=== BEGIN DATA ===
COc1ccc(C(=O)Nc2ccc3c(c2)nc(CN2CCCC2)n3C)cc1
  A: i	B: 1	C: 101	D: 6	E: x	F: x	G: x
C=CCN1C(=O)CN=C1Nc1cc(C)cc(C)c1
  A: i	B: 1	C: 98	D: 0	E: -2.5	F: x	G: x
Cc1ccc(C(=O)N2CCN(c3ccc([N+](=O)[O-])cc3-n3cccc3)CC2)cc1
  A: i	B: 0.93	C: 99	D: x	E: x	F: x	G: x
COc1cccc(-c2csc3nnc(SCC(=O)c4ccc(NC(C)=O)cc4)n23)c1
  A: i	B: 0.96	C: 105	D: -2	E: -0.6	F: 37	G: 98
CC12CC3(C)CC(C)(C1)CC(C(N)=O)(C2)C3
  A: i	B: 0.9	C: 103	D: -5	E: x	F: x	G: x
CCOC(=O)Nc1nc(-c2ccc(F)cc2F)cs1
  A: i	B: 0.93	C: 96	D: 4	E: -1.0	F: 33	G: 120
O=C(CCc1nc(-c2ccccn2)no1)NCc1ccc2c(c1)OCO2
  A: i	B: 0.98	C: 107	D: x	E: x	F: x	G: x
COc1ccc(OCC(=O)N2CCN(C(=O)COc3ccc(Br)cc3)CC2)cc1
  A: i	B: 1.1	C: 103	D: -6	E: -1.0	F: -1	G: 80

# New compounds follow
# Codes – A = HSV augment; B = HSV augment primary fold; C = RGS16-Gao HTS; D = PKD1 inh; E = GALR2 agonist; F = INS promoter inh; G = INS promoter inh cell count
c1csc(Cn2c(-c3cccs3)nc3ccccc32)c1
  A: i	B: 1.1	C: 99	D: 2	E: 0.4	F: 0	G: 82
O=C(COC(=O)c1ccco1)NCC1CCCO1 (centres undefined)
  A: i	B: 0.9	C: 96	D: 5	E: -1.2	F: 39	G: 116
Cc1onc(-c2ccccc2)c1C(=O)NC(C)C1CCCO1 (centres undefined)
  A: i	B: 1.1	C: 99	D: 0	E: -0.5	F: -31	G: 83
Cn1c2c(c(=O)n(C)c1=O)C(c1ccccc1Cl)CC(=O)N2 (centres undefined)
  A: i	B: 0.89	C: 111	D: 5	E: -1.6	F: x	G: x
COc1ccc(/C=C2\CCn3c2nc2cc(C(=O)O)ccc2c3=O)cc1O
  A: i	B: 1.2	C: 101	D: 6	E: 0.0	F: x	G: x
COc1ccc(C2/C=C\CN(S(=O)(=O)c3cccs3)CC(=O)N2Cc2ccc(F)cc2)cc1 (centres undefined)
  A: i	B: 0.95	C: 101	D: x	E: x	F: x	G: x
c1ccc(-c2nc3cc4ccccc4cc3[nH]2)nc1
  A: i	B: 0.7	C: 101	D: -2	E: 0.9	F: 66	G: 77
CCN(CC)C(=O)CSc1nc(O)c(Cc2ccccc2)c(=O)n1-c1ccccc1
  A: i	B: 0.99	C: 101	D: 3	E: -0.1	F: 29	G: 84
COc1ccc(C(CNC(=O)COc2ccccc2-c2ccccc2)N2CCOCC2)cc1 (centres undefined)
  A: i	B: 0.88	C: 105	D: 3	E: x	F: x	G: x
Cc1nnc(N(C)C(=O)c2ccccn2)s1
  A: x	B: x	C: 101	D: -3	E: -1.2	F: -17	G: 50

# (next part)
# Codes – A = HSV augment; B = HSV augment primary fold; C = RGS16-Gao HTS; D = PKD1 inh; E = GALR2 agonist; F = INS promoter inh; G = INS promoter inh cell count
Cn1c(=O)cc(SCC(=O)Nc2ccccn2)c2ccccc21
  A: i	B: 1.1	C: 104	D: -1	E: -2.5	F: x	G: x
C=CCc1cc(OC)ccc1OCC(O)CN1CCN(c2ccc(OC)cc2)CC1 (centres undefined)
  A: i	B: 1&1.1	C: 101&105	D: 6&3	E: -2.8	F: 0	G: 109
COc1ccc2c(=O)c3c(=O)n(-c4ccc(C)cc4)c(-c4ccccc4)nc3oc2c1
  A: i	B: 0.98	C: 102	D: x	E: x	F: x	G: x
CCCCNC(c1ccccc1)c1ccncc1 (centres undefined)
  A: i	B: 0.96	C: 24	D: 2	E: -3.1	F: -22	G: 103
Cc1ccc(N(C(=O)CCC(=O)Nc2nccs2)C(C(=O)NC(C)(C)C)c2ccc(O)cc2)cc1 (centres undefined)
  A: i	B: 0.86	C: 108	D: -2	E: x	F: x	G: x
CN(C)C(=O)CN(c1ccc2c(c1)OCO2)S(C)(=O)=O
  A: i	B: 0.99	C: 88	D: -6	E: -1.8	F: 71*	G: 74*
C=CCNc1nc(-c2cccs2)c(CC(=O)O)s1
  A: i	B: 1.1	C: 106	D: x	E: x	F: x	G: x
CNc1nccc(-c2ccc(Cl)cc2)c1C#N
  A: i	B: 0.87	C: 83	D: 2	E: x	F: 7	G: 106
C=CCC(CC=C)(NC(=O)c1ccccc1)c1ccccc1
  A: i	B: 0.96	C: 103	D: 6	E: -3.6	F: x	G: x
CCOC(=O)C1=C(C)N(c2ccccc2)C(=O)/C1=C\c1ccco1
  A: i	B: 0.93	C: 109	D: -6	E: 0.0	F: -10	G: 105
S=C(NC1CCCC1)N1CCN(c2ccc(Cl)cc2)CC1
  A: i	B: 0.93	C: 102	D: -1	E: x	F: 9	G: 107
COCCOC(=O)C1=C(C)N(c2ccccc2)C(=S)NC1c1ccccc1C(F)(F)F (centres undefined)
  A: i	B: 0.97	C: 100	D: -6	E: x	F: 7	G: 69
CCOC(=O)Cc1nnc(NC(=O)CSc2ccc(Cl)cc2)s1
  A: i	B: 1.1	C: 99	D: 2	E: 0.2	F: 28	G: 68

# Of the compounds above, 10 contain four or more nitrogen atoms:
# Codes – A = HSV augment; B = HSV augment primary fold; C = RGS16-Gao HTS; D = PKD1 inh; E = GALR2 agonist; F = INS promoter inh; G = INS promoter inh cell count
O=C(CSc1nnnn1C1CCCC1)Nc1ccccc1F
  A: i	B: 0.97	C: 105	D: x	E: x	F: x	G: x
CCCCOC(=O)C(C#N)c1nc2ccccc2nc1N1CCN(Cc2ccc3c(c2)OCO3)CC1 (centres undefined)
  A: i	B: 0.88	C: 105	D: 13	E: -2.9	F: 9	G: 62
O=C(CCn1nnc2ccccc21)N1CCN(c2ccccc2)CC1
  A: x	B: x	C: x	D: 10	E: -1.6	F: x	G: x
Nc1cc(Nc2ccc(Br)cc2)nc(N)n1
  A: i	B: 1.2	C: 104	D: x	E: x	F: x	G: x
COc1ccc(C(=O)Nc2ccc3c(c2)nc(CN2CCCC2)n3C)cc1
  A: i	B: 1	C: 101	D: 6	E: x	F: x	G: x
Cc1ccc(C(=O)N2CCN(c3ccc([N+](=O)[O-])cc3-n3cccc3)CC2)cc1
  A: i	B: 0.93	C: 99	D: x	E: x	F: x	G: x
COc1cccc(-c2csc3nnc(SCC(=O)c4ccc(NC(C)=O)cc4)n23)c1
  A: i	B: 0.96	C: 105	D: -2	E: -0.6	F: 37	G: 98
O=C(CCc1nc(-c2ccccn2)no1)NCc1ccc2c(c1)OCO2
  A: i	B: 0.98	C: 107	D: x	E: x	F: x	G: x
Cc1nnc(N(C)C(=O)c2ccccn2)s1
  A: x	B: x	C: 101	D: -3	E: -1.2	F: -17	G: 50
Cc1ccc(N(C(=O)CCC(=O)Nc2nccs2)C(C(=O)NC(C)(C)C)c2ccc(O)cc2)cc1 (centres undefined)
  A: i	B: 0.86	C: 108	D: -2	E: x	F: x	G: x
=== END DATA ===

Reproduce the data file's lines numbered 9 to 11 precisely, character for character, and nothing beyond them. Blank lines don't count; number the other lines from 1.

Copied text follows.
CC12CC3(C)CC(C)(C1)CC(C(N)=O)(C2)C3
  A: i	B: 0.9	C: 103	D: -5	E: x	F: x	G: x
CCOC(=O)Nc1nc(-c2ccc(F)cc2F)cs1